Wednesday, August 5, 2015

Photos and Schematics Lie?

I spent most of last Friday with two of my knitting friends. It was a lovely day. We spent time knitting, talking about knitting and occasionally about other things. It made for a very fun and relaxing day over morning coffee and later on lunch. We specifically picked a restaurant that is very large and doesn't seem to care that we stayed about 4 1/2 hours. Trish was working on this pattern:

She was using a gorgeous softly variegated yarn and the lace was very beautiful. She's very tall and always has to add length. Then she commented that a project page on Ravelry mentioned the neckline was too low. We looked at the photo and then the schematic. Hummmm, the schematic shows the neckline starts at the same point as the underarm? It certainly doesn't look that way in the photo. Unfortunately the disconnect may be as simple as seeing the garment on a small breasted woman, except I can see both the curve of her bust and where the sweater is pulling up at the front hemline so while the model is not very curvy she isn't flat chested either.  So I have to guess the schematic isn't completely accurate. 

Karen wanted our opinion on this pattern:
She really likes the ruffle at the neckline. Her version wasn't looking the same. When we looked at the schematic it indicated a straight more turtleneck like edge. When I looked at various Ravelry projects there was quite a variety of results, many of them were lower and wider. I also noted that the pattern originally called for a 50/50 wool acrylic blend that was either Aran or Worsted weight depending on the pattern source. Many knitters had substituted in different yarns, most often 100% wool. Aran and worsted are generally very close but most knitters feel Aran is a little heavier. 

I also suspect the neckline is slightly different because while the pattern is written bottom up in two pieces, many knitters converted it to in the round, both bottom up and top down. So sometimes the neckline is seamed, sometimes it's a cast on edge and in other projects it's a cast off. My guess is for the cast off finishes some are probably tighter than the cast on edges.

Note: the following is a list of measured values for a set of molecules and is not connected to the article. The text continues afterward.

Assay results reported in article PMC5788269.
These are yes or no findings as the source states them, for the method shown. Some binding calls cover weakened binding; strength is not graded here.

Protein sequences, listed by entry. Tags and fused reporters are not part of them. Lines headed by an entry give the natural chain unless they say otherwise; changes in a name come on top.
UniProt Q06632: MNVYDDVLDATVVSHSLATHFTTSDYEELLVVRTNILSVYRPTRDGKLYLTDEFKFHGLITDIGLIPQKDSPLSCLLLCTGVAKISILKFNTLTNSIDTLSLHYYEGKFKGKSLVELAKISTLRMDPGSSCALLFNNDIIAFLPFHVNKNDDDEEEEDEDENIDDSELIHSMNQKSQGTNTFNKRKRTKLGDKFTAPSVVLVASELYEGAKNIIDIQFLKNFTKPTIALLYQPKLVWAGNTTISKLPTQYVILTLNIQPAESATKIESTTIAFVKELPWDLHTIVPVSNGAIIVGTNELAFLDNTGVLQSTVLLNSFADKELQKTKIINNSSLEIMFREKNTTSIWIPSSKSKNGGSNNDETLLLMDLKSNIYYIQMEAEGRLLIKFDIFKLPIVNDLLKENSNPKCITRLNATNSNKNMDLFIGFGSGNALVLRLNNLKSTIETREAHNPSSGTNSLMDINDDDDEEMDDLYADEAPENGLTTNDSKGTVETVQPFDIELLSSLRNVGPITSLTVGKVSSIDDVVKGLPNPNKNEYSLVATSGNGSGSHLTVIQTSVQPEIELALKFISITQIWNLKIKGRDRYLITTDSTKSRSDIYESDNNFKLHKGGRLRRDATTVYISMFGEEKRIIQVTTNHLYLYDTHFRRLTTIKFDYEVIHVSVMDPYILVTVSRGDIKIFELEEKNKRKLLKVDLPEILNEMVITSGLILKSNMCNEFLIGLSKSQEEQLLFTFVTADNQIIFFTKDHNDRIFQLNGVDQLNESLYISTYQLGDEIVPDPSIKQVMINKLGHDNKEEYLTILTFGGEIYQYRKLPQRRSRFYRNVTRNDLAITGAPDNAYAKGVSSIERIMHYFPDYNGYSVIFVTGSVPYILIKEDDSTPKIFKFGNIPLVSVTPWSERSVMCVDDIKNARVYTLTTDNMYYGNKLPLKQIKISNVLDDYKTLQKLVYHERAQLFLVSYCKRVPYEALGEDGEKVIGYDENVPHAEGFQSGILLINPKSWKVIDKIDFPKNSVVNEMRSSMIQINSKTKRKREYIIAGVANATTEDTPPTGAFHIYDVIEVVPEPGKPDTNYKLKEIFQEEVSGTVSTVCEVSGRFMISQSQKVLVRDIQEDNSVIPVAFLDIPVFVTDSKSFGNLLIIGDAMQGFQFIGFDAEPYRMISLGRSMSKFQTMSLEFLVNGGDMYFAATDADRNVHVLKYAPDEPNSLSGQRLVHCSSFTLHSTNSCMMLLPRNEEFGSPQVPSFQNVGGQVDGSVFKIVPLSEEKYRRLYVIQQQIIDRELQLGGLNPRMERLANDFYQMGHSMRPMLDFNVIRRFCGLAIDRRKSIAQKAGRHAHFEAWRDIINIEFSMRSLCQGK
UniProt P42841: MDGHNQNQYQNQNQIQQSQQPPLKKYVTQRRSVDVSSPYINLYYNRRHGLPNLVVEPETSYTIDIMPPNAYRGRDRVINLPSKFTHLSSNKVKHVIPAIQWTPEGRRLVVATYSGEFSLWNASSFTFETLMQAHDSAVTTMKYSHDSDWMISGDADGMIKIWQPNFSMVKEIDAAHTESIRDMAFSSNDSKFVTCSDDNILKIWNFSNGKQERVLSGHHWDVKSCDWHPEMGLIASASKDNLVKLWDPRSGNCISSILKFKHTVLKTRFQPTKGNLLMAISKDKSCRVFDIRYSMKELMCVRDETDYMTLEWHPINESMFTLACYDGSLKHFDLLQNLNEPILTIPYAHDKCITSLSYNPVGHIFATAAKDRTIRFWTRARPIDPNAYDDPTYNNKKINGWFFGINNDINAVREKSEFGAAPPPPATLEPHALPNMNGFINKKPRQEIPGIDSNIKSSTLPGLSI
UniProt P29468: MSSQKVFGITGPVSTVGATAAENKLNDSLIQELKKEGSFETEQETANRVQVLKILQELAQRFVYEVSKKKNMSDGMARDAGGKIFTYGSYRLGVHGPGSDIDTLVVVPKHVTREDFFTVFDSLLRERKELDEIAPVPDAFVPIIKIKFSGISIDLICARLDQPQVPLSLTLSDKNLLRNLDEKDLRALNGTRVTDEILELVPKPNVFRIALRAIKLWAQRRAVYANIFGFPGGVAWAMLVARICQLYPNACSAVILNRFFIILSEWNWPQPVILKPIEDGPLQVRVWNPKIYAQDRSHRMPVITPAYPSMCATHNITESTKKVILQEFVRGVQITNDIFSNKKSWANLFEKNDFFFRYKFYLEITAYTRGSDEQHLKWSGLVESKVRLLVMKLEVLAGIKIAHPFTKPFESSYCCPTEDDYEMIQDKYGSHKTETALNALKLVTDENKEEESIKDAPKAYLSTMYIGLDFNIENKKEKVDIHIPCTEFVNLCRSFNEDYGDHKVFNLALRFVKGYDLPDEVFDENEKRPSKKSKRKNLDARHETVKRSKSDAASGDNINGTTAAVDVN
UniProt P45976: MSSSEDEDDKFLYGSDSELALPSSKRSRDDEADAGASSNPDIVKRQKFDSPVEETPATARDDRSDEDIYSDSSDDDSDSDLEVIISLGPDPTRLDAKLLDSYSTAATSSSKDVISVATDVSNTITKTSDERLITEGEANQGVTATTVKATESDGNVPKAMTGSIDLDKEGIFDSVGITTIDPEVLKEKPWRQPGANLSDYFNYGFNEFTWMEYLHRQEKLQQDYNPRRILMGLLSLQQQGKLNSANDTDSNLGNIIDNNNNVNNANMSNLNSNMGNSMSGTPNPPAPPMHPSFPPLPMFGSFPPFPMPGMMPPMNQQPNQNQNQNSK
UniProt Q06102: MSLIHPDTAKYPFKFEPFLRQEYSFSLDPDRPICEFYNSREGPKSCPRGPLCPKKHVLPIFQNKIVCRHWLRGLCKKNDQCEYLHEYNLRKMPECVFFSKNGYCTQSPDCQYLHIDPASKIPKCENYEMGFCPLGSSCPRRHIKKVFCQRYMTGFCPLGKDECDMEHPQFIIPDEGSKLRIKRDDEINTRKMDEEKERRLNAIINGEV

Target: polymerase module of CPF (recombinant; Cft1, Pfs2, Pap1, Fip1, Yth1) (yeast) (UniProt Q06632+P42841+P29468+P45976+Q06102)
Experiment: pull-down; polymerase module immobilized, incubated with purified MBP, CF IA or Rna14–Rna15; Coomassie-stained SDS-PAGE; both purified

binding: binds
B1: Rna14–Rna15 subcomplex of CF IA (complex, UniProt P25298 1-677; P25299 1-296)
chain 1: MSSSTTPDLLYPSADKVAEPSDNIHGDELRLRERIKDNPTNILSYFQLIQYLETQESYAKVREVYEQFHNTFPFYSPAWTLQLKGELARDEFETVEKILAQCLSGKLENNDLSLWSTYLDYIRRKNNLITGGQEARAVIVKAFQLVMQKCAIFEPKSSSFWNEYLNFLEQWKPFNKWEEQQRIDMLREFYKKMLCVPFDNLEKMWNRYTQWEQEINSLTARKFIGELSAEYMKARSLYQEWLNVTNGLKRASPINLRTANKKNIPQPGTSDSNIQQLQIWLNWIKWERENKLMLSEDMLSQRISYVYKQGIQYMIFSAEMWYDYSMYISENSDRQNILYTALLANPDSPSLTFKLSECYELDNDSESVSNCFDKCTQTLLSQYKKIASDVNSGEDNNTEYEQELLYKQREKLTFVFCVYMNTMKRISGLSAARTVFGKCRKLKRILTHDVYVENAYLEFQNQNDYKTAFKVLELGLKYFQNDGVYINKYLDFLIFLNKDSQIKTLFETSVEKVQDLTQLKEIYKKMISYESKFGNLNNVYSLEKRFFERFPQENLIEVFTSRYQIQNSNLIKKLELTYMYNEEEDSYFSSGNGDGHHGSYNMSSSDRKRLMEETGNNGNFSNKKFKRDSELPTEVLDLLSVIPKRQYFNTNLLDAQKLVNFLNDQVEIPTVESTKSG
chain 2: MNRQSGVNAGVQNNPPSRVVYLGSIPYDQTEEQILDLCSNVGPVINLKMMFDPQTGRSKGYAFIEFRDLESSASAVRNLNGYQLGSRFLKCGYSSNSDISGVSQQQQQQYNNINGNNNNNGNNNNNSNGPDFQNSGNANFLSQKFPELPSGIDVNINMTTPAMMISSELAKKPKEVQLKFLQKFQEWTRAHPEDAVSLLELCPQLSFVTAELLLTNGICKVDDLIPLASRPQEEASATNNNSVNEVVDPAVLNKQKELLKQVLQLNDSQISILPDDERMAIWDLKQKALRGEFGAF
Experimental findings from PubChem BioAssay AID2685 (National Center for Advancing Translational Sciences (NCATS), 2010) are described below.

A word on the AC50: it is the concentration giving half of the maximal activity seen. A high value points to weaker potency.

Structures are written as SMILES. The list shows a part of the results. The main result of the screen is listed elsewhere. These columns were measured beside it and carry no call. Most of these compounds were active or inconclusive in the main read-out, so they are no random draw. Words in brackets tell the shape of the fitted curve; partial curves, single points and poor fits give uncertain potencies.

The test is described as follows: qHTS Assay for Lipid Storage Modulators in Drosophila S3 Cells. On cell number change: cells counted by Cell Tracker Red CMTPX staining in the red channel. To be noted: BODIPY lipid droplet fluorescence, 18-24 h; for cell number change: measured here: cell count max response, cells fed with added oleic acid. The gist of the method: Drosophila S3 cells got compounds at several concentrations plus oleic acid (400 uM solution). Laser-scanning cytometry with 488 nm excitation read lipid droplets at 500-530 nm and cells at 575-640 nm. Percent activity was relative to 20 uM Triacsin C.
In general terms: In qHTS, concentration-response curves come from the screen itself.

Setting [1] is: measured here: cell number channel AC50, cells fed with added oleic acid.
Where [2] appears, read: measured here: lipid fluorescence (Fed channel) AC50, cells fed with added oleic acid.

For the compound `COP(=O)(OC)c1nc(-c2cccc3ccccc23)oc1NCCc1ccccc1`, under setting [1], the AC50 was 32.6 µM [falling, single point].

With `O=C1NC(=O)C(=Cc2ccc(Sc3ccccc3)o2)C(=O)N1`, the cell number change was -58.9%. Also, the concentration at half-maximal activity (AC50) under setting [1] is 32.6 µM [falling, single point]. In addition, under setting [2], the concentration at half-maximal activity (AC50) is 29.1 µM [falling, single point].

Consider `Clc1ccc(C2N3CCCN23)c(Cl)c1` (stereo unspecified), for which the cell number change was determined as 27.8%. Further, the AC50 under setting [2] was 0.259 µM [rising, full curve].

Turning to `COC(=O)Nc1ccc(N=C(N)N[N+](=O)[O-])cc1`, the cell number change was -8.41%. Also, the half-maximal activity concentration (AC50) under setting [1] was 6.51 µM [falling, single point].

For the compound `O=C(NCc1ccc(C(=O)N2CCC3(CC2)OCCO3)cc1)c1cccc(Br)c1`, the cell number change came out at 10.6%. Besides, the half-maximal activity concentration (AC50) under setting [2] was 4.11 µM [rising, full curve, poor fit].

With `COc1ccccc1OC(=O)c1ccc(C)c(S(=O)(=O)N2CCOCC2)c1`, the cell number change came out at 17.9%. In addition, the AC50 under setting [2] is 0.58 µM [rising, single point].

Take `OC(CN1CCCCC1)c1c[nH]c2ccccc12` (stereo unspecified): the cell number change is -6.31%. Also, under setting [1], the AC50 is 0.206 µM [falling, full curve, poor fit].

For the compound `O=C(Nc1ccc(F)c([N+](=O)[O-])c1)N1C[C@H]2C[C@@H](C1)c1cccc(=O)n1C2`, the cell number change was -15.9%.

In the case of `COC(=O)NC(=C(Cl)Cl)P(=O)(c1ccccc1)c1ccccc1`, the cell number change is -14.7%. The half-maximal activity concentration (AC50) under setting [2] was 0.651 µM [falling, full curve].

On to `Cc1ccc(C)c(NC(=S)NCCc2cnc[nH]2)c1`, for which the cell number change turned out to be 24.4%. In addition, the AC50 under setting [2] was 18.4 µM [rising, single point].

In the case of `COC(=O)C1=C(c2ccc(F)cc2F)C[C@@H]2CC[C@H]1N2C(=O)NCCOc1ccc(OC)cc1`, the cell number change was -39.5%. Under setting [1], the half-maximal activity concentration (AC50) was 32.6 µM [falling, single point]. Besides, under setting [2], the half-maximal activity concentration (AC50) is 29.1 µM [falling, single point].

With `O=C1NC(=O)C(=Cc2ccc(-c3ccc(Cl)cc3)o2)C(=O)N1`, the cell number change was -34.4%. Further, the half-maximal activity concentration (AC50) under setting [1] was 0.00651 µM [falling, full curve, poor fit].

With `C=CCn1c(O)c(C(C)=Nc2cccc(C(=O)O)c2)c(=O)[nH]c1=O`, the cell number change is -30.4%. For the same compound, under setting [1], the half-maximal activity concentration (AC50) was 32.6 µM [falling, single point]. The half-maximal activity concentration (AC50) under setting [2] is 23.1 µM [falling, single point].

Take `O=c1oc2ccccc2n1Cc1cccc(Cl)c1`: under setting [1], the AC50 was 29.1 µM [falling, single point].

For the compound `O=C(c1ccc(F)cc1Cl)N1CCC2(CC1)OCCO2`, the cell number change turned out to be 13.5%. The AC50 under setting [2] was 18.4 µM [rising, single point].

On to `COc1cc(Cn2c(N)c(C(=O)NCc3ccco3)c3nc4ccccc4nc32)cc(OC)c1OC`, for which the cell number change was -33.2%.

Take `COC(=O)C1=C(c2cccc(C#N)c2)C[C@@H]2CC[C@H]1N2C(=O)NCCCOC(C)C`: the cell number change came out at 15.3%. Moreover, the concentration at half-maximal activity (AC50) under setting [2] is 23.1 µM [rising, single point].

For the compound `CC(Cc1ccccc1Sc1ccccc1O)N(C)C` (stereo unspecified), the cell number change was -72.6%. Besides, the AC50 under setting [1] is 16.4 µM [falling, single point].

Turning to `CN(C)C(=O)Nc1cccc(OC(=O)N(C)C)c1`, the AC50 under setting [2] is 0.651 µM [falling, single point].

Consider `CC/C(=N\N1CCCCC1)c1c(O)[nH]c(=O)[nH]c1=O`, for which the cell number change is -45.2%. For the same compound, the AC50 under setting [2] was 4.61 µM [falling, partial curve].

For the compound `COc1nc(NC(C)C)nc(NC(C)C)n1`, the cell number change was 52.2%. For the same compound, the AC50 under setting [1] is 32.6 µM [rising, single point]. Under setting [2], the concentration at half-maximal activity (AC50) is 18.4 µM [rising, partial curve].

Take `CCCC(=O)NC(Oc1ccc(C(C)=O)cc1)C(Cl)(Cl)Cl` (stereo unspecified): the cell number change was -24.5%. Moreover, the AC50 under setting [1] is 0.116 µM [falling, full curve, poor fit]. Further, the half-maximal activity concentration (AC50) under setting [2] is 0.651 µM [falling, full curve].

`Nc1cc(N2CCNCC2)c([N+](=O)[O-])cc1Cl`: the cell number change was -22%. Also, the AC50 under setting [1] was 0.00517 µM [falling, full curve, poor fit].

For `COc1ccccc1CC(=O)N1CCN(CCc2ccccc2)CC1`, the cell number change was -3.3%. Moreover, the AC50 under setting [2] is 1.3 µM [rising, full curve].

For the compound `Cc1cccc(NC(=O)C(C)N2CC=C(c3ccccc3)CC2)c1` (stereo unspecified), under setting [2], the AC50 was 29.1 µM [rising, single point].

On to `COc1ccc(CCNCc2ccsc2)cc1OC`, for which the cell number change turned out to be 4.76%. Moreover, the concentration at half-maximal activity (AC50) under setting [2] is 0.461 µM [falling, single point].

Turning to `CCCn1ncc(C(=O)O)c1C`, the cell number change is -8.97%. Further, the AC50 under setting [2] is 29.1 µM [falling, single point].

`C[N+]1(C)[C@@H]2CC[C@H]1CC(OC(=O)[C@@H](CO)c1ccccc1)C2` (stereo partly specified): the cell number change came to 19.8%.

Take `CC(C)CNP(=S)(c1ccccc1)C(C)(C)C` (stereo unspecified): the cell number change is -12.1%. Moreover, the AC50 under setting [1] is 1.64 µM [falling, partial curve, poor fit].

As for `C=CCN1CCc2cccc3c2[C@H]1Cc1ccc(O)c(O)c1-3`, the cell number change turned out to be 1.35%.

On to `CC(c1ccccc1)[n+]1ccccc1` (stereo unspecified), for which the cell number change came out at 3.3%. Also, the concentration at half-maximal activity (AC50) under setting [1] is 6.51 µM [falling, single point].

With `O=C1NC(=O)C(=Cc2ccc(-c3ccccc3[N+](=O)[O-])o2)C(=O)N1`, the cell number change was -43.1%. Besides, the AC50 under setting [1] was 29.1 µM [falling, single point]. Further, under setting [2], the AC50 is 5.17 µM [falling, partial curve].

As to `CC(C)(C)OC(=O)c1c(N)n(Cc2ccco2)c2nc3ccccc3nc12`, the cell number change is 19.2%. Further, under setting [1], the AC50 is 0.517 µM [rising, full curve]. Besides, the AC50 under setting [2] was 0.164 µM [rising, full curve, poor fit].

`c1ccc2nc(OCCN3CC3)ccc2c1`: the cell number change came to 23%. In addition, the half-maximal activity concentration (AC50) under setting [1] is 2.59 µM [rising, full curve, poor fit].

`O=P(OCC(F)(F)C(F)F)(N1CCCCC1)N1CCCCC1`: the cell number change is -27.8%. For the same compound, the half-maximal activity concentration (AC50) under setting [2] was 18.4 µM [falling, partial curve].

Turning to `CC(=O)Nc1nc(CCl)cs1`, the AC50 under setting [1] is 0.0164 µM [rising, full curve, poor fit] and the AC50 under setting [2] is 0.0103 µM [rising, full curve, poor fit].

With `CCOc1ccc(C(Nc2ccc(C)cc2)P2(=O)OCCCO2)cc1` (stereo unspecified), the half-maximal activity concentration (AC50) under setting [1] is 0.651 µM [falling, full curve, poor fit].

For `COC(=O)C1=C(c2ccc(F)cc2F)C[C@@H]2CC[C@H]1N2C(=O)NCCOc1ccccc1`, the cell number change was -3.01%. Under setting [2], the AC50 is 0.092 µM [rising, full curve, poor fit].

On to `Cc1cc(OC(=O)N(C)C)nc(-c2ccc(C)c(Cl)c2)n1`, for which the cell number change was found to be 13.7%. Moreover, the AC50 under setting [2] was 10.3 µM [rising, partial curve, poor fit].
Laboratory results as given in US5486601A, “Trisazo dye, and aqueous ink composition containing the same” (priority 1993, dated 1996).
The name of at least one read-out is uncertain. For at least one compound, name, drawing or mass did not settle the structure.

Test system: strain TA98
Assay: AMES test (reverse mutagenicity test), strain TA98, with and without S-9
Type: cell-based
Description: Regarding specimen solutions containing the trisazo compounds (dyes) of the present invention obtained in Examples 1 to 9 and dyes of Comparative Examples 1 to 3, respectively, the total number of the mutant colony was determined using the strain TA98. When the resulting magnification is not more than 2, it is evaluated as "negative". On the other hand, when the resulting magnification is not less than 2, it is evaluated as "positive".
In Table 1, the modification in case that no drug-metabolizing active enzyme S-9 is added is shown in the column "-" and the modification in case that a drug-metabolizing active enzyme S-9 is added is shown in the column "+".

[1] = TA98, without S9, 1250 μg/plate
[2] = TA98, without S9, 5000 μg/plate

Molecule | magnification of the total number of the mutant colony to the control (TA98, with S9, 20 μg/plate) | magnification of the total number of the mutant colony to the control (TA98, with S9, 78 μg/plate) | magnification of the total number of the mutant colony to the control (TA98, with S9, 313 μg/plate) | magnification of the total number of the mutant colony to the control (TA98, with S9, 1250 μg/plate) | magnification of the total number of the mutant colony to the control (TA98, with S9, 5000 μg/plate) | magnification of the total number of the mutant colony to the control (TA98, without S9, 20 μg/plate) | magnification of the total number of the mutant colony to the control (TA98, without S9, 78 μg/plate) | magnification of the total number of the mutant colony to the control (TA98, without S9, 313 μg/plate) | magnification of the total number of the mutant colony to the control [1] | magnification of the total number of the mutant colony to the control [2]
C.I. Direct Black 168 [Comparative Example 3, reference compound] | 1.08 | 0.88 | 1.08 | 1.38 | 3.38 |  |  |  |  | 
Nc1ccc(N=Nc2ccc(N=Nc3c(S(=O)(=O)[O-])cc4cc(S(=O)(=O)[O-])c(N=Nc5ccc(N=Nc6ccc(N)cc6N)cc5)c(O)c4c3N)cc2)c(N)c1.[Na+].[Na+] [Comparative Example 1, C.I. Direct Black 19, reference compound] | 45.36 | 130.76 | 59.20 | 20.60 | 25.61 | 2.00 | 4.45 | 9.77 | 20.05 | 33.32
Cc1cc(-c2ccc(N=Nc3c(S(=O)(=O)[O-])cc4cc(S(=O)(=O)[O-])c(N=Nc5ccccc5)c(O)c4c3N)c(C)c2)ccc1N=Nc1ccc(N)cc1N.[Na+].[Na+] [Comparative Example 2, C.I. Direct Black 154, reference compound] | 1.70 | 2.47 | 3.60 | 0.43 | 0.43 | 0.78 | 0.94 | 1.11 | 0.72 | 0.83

Interesting that they are both Bergere de France patterns. The lesson here is we need to look carefully at the photo and the schematic as well as recognize that yarn substitutions may also have an impact on our final result. Trish also commented after reviewing this post that her experience with
Bergere de France patterns has been they are always brief and offer a lot less instruction than many other companies. The schematic does match the instructions given in print. She guesses that it is the photography that is misleading here.

1 comment:

  1. Interesting. When I find a pattern I like on ravelry, I look at the finished projects. I am impressed when the pattern flatters most of the makers, and that many makers said the instructions were spot on. I also look for women who have a similar shape as mine to decide if it would look good on me.

    Regarding the neckline - is this maybe an issue of before or after adding the neckband?

    As for the fluttery edge on the second knit - maybe it's a matter of blocking it stretched open?

    Anyway, I wouldn't be surprised if there were a mistake, especially if it's a big company that churns out patterns at a high pace, and also I wouldn't be surprised if the photoshoot people fudged the garment to make it look its best. I don't know this particular pattern company - I'm speaking generally. Which is why I like finding and supporting designers whose quality of work (pattern, flattery, true photos, etc) I appreciate, from experience.